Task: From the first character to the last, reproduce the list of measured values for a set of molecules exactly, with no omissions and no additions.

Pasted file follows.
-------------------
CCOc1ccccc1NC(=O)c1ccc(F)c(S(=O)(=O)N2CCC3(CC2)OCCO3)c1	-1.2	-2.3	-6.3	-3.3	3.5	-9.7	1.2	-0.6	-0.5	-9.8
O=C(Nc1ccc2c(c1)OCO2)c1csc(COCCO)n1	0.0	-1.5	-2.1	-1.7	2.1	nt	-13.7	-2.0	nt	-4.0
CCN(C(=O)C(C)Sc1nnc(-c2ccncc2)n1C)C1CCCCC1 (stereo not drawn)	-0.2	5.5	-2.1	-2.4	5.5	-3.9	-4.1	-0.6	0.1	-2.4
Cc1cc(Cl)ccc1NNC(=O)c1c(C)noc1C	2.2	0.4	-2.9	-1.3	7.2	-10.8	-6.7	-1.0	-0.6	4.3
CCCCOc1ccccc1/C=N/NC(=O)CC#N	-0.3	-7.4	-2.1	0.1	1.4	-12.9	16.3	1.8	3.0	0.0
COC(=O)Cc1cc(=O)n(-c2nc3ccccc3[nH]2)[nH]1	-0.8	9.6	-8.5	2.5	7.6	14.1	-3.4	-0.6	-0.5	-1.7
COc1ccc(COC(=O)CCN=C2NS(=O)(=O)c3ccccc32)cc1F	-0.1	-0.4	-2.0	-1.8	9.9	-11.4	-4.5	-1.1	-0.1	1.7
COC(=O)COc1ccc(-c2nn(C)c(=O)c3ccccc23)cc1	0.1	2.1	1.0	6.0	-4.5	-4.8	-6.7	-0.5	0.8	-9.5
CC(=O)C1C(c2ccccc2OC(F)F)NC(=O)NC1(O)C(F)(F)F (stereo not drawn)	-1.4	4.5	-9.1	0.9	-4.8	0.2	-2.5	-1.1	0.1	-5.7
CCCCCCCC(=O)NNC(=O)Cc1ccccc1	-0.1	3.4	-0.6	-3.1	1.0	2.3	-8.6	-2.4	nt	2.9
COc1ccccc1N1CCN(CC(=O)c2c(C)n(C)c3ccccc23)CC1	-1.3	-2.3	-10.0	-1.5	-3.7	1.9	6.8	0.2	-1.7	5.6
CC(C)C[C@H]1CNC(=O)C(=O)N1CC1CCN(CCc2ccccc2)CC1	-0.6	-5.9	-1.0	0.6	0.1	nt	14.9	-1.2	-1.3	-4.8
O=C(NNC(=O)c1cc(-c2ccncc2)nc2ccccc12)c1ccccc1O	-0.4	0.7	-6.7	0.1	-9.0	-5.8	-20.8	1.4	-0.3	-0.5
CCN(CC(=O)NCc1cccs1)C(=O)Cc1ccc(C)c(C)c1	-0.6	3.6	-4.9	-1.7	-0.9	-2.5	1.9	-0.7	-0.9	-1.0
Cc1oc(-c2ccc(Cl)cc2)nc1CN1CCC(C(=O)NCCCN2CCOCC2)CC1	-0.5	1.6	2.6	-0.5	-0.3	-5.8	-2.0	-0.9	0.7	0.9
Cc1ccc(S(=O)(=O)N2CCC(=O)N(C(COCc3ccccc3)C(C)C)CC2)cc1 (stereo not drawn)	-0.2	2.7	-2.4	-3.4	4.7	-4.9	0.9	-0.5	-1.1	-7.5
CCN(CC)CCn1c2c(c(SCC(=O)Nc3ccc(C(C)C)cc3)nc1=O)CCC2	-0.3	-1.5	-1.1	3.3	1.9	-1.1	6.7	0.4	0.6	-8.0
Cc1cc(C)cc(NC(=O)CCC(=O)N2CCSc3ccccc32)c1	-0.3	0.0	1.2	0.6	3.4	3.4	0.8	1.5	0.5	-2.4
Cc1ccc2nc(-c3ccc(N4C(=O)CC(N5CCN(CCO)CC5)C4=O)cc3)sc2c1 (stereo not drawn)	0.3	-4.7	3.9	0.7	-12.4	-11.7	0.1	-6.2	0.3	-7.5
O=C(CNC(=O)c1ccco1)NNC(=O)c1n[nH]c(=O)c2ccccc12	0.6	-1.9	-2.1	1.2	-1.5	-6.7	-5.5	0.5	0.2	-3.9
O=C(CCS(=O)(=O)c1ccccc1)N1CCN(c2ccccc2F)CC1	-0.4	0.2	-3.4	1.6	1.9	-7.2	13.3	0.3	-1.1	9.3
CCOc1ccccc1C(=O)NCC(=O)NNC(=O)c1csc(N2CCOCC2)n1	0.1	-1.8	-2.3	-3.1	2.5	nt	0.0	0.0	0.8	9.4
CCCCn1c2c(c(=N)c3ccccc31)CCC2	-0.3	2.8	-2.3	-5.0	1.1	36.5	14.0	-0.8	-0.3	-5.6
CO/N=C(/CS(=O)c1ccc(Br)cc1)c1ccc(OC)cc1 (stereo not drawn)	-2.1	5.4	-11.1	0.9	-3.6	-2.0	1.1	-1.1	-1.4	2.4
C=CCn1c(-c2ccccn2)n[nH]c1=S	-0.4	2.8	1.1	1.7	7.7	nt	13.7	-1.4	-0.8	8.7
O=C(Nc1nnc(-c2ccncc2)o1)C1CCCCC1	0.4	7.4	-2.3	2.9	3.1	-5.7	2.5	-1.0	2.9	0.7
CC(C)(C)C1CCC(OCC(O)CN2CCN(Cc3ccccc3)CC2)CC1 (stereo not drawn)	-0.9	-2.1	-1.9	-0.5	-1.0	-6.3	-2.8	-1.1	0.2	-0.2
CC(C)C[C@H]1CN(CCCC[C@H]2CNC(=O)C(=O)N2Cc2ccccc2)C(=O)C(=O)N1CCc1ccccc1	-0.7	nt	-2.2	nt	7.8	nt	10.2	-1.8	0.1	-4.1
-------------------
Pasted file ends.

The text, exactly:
CCOc1ccccc1NC(=O)c1ccc(F)c(S(=O)(=O)N2CCC3(CC2)OCCO3)c1	-1.2	-2.3	-6.3	-3.3	3.5	-9.7	1.2	-0.6	-0.5	-9.8
O=C(Nc1ccc2c(c1)OCO2)c1csc(COCCO)n1	0.0	-1.5	-2.1	-1.7	2.1	nt	-13.7	-2.0	nt	-4.0
CCN(C(=O)C(C)Sc1nnc(-c2ccncc2)n1C)C1CCCCC1 (stereo not drawn)	-0.2	5.5	-2.1	-2.4	5.5	-3.9	-4.1	-0.6	0.1	-2.4
Cc1cc(Cl)ccc1NNC(=O)c1c(C)noc1C	2.2	0.4	-2.9	-1.3	7.2	-10.8	-6.7	-1.0	-0.6	4.3
CCCCOc1ccccc1/C=N/NC(=O)CC#N	-0.3	-7.4	-2.1	0.1	1.4	-12.9	16.3	1.8	3.0	0.0
COC(=O)Cc1cc(=O)n(-c2nc3ccccc3[nH]2)[nH]1	-0.8	9.6	-8.5	2.5	7.6	14.1	-3.4	-0.6	-0.5	-1.7
COc1ccc(COC(=O)CCN=C2NS(=O)(=O)c3ccccc32)cc1F	-0.1	-0.4	-2.0	-1.8	9.9	-11.4	-4.5	-1.1	-0.1	1.7
COC(=O)COc1ccc(-c2nn(C)c(=O)c3ccccc23)cc1	0.1	2.1	1.0	6.0	-4.5	-4.8	-6.7	-0.5	0.8	-9.5
CC(=O)C1C(c2ccccc2OC(F)F)NC(=O)NC1(O)C(F)(F)F (stereo not drawn)	-1.4	4.5	-9.1	0.9	-4.8	0.2	-2.5	-1.1	0.1	-5.7
CCCCCCCC(=O)NNC(=O)Cc1ccccc1	-0.1	3.4	-0.6	-3.1	1.0	2.3	-8.6	-2.4	nt	2.9
COc1ccccc1N1CCN(CC(=O)c2c(C)n(C)c3ccccc23)CC1	-1.3	-2.3	-10.0	-1.5	-3.7	1.9	6.8	0.2	-1.7	5.6
CC(C)C[C@H]1CNC(=O)C(=O)N1CC1CCN(CCc2ccccc2)CC1	-0.6	-5.9	-1.0	0.6	0.1	nt	14.9	-1.2	-1.3	-4.8
O=C(NNC(=O)c1cc(-c2ccncc2)nc2ccccc12)c1ccccc1O	-0.4	0.7	-6.7	0.1	-9.0	-5.8	-20.8	1.4	-0.3	-0.5
CCN(CC(=O)NCc1cccs1)C(=O)Cc1ccc(C)c(C)c1	-0.6	3.6	-4.9	-1.7	-0.9	-2.5	1.9	-0.7	-0.9	-1.0
Cc1oc(-c2ccc(Cl)cc2)nc1CN1CCC(C(=O)NCCCN2CCOCC2)CC1	-0.5	1.6	2.6	-0.5	-0.3	-5.8	-2.0	-0.9	0.7	0.9
Cc1ccc(S(=O)(=O)N2CCC(=O)N(C(COCc3ccccc3)C(C)C)CC2)cc1 (stereo not drawn)	-0.2	2.7	-2.4	-3.4	4.7	-4.9	0.9	-0.5	-1.1	-7.5
CCN(CC)CCn1c2c(c(SCC(=O)Nc3ccc(C(C)C)cc3)nc1=O)CCC2	-0.3	-1.5	-1.1	3.3	1.9	-1.1	6.7	0.4	0.6	-8.0
Cc1cc(C)cc(NC(=O)CCC(=O)N2CCSc3ccccc32)c1	-0.3	0.0	1.2	0.6	3.4	3.4	0.8	1.5	0.5	-2.4
Cc1ccc2nc(-c3ccc(N4C(=O)CC(N5CCN(CCO)CC5)C4=O)cc3)sc2c1 (stereo not drawn)	0.3	-4.7	3.9	0.7	-12.4	-11.7	0.1	-6.2	0.3	-7.5
O=C(CNC(=O)c1ccco1)NNC(=O)c1n[nH]c(=O)c2ccccc12	0.6	-1.9	-2.1	1.2	-1.5	-6.7	-5.5	0.5	0.2	-3.9
O=C(CCS(=O)(=O)c1ccccc1)N1CCN(c2ccccc2F)CC1	-0.4	0.2	-3.4	1.6	1.9	-7.2	13.3	0.3	-1.1	9.3
CCOc1ccccc1C(=O)NCC(=O)NNC(=O)c1csc(N2CCOCC2)n1	0.1	-1.8	-2.3	-3.1	2.5	nt	0.0	0.0	0.8	9.4
CCCCn1c2c(c(=N)c3ccccc31)CCC2	-0.3	2.8	-2.3	-5.0	1.1	36.5	14.0	-0.8	-0.3	-5.6
CO/N=C(/CS(=O)c1ccc(Br)cc1)c1ccc(OC)cc1 (stereo not drawn)	-2.1	5.4	-11.1	0.9	-3.6	-2.0	1.1	-1.1	-1.4	2.4
C=CCn1c(-c2ccccn2)n[nH]c1=S	-0.4	2.8	1.1	1.7	7.7	nt	13.7	-1.4	-0.8	8.7
O=C(Nc1nnc(-c2ccncc2)o1)C1CCCCC1	0.4	7.4	-2.3	2.9	3.1	-5.7	2.5	-1.0	2.9	0.7
CC(C)(C)C1CCC(OCC(O)CN2CCN(Cc3ccccc3)CC2)CC1 (stereo not drawn)	-0.9	-2.1	-1.9	-0.5	-1.0	-6.3	-2.8	-1.1	0.2	-0.2
CC(C)C[C@H]1CN(CCCC[C@H]2CNC(=O)C(=O)N2Cc2ccccc2)C(=O)C(=O)N1CCc1ccccc1	-0.7	nt	-2.2	nt	7.8	nt	10.2	-1.8	0.1	-4.1